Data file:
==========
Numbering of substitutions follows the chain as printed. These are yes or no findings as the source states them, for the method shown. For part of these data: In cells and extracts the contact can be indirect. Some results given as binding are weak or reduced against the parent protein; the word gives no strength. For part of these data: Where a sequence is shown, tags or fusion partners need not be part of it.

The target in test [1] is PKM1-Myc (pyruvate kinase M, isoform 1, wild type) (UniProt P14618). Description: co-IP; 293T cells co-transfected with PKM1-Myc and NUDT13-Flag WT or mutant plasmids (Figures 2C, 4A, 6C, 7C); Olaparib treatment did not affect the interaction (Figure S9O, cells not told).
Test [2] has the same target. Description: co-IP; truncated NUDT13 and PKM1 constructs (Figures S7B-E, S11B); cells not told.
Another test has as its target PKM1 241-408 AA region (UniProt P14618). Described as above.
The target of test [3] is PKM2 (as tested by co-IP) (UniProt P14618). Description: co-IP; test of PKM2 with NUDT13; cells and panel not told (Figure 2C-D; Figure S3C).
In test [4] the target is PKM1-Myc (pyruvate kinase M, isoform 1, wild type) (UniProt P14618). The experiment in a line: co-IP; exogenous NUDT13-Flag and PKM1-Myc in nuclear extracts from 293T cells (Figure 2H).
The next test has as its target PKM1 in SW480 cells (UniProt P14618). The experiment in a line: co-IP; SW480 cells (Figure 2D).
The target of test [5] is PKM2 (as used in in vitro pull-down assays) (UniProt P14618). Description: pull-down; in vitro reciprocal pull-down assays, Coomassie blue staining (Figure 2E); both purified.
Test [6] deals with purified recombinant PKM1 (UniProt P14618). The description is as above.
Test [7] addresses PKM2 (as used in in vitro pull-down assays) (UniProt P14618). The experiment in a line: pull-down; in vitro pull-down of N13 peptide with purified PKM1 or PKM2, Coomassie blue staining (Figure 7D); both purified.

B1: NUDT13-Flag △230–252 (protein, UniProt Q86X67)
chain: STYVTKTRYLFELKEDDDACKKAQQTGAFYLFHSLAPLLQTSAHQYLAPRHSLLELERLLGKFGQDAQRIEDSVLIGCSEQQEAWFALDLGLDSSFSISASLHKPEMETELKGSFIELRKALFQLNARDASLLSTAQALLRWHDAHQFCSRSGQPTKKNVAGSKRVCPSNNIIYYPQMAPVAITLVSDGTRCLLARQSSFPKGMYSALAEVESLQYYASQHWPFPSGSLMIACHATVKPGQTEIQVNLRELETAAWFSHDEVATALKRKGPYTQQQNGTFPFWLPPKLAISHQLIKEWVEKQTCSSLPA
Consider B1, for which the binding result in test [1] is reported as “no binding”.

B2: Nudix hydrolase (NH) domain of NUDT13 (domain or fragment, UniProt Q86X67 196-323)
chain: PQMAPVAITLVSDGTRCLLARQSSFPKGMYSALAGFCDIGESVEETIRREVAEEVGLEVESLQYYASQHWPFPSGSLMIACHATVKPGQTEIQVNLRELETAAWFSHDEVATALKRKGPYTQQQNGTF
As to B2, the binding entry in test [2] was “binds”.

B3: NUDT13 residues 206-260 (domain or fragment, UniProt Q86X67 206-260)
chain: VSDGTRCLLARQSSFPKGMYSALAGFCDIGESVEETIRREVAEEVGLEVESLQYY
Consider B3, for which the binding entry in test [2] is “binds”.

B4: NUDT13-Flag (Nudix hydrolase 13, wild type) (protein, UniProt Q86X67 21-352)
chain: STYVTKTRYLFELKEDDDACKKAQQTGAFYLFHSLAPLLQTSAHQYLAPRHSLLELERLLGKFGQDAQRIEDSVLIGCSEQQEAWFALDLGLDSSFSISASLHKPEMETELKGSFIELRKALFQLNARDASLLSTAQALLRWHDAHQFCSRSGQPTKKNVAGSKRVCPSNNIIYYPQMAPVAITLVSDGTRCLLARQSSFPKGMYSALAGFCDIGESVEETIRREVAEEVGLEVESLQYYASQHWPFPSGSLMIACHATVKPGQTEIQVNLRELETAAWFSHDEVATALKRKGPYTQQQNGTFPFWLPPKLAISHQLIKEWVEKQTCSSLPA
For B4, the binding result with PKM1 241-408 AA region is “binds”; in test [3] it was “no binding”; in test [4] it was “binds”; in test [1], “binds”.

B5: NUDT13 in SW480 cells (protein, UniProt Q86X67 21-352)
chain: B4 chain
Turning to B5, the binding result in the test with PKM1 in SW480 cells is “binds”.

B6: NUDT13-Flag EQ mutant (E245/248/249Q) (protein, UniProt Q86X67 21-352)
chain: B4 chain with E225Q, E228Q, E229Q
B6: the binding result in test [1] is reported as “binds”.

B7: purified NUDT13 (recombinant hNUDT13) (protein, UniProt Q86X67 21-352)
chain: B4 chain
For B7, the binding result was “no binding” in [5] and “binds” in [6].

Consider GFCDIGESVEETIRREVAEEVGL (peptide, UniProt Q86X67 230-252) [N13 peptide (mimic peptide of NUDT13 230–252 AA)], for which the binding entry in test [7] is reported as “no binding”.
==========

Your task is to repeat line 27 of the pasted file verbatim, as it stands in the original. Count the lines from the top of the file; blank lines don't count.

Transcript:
chain: B4 chain with E225Q, E228Q, E229Q